Excerpted from Daily Republic (Subscription required)
>>Click header for full article>>
By Ian Thompson
SUISUN CITY - Suisun City will forge ahead in the direction set under former mayor Jim Spering. But the pace will be faster, new mayor Pete Sanchez said.
Sanchez ran to replace long-time mayor Spering in a four-way race where candidates pretty much agreed on issues to support public safety, bring in more businesses and fix roads.
"We are moving in the right direction and the voters agreed with us," Sanchez said.
The longtime Suisun City resident collected 40 percent of the vote in November to beat fellow councilmen Sam Derting and Mike Segala and heavy equipment operator Shane Ballman.
Sanchez doesn't see so much of a change in direction for the city, but an acceleration of the city's campaign to develop its commercial sites "and actively seek out business partners for the community."
Before the November 2006 election that made him mayor, Sanchez was a Suisun City Councilman for 12 years, eight of which he had also served as vice mayor.
Sanchez started the new year as a full-time mayor and has already asked that the bushes that conceal the view of the waterfront from his small office at Suisun City Hall be cut back.
He retired from the Solano County Assessor-Recorder's Office on Dec. 31 after having served 23 years there.
"I will miss all those people calling me about their assessments," Sanchez said, chuckling.
Those phone calls have already been replaced with ones from Suisun City residents on Suisun City business.
In the past, the city had been too confident that businesses would be naturally attracted to Suisun City's redevelopment efforts, he said.
Sanchez noted City Manager Suzanne Bragdon, who was hired last year, personifies that "go get 'em" worldview to bring in new businesses.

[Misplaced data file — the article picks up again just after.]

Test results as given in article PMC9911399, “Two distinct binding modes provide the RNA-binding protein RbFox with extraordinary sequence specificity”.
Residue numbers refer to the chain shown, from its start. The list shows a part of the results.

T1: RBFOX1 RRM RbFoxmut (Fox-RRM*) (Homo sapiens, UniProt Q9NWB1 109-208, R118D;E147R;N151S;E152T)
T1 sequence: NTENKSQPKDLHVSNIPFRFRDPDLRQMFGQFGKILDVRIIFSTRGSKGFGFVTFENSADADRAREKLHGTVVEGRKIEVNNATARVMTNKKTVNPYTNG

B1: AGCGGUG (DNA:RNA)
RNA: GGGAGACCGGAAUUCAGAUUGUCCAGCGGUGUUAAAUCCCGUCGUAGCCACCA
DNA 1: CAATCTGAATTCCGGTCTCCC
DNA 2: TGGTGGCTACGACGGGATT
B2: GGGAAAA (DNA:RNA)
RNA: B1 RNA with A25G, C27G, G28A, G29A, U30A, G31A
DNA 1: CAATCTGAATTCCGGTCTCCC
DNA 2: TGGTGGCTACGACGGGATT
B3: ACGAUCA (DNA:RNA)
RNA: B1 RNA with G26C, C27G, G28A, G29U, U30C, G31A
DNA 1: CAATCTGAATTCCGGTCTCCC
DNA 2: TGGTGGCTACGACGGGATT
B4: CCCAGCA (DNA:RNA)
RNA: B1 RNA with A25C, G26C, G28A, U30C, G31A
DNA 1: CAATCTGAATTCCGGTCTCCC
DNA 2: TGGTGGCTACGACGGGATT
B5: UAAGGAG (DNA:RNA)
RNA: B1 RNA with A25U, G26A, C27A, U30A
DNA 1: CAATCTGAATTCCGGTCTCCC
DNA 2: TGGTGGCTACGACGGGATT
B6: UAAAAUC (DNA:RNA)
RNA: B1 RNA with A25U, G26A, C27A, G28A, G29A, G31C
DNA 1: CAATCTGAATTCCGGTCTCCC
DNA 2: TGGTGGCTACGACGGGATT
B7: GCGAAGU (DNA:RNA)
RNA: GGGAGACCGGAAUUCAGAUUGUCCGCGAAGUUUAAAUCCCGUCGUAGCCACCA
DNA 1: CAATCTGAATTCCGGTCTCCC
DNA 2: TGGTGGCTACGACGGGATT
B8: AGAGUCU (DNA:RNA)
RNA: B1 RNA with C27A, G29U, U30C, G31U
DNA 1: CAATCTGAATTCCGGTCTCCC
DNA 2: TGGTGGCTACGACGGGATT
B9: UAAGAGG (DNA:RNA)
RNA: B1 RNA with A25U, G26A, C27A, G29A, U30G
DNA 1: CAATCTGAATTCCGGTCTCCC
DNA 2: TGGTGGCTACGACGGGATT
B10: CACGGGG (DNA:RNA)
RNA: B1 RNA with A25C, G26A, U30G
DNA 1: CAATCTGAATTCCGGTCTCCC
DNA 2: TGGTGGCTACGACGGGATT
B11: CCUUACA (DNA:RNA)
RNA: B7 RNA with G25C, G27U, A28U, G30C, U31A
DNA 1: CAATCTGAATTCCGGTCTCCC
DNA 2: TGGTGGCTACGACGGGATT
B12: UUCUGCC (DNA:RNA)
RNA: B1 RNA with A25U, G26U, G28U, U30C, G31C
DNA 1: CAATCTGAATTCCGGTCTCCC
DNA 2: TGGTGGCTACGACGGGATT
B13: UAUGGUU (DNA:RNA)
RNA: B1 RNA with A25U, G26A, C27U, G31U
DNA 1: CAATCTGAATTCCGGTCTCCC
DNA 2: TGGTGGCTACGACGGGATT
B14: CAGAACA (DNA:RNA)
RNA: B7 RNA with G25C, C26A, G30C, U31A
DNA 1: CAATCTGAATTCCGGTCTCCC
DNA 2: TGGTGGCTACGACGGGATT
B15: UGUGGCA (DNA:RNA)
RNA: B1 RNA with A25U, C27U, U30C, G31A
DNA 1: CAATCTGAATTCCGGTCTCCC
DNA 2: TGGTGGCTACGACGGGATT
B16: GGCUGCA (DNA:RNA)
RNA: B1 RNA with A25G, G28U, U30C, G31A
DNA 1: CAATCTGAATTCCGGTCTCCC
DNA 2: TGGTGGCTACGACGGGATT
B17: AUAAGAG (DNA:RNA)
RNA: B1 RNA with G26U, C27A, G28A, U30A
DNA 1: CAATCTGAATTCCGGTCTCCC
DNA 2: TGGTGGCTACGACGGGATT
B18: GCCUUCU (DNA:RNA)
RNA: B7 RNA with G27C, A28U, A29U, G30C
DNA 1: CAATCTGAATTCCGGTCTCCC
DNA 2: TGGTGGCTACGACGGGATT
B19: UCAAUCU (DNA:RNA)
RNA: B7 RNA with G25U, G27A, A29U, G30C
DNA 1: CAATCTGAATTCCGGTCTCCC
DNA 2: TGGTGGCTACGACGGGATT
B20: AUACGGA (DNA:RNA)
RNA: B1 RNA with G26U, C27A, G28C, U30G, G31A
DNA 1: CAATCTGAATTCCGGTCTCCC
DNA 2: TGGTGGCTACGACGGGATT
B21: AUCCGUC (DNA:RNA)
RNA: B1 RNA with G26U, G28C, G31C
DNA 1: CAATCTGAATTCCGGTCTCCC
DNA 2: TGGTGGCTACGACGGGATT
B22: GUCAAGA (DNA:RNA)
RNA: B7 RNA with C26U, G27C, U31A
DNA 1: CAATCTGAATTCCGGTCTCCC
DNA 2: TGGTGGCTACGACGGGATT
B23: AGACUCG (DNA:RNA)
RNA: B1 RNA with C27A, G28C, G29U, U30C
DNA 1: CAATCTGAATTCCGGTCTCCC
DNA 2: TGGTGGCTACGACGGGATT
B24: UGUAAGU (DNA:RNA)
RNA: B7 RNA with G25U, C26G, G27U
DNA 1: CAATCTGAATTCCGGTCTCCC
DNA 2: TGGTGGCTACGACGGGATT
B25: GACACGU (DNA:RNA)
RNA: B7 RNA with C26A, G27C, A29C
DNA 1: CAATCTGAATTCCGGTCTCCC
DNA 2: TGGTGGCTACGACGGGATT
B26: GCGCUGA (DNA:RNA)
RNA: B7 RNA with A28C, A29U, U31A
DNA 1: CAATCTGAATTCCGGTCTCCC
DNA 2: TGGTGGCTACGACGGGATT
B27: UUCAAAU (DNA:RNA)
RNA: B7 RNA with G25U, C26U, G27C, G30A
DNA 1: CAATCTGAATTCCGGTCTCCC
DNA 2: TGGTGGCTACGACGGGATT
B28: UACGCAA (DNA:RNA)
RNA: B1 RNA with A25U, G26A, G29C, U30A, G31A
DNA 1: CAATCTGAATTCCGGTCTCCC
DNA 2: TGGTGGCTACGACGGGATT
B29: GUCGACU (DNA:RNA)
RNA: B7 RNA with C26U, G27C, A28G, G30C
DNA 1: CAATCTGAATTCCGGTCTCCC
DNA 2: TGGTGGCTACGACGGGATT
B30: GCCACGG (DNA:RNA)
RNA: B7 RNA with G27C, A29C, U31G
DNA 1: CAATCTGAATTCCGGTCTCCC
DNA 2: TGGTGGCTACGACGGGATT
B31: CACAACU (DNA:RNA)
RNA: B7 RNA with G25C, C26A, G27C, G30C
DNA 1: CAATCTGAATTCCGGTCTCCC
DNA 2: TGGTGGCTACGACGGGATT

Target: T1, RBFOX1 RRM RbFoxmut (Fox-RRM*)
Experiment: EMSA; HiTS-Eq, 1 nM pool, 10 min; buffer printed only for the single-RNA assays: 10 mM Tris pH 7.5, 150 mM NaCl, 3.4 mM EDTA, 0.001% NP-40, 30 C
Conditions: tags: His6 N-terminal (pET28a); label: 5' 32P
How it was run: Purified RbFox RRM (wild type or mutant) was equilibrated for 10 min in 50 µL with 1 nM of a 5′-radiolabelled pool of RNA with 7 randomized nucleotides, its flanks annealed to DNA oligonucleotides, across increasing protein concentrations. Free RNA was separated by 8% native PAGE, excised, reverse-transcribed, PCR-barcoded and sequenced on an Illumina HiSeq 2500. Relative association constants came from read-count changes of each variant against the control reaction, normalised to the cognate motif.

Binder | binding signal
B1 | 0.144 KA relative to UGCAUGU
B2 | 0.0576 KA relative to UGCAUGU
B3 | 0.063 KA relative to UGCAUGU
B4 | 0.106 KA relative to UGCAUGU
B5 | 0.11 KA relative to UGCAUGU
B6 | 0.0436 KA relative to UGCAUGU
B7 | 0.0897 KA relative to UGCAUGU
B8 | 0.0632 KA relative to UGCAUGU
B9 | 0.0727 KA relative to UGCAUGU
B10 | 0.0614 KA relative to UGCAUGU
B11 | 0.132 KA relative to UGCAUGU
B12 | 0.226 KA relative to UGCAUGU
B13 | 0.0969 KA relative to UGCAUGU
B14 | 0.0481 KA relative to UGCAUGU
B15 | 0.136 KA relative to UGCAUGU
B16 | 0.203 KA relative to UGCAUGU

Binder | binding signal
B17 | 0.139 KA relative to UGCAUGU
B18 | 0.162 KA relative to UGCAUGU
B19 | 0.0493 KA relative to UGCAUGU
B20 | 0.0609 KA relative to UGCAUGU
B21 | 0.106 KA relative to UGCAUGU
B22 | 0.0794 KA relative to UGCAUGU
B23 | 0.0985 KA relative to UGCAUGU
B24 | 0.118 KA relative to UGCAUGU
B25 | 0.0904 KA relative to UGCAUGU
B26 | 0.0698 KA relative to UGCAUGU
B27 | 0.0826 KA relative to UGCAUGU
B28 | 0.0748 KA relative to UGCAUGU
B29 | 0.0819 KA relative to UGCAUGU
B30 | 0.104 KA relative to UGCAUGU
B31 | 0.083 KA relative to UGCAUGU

"We have some good new managers," Sanchez said.
The city will get some more new faces when the City Council hires a new police chief and a new public works director.
Interim department heads have done much appreciated yeoman work for Suisun City, but Sanchez wants more permanence in city hall leadership.
Sanchez expects more businesses to come to town and that would mean more sales tax. Both the fire department and the police department will receive some of that income, according to Sanchez.
Saying that the city owes much to the nearly all-volunteer fire department, Sanchez said, "I look forward to putting on another paid position each year of my four-year term."
Any vacancies in the police force would be filled quickly to keep as many officers as possible on the job.
"Public safety is our prime obligation to the citizens," Sanchez said.
When it comes to the promise to do a better job fixing Suisun City's streets, Sanchez said there is some money available "in different pots" to deal with the worst of the problem.
It will be a matter of setting priorities of which streets can best benefit from being fixed now with the effort expanding as sales tax revenue grows from the increased business development.
Sanchez is looking forward to city councilmembers willing to speak their minds and put forward a host of ideas to better the city.
He contends "things get a little boring when everyone is in step."
"I am only interested in a council that has the best interests of the residents in mind," Sanchez said.
Suisun City residents have watched for years as the city worked to build up its economy and recreate the waterfront to bring in more people.
"The residents have waited all this time," Sanchez said. "Give us a little bit more time, one to two years, because more exciting things are coming to make Suisun City a destination city."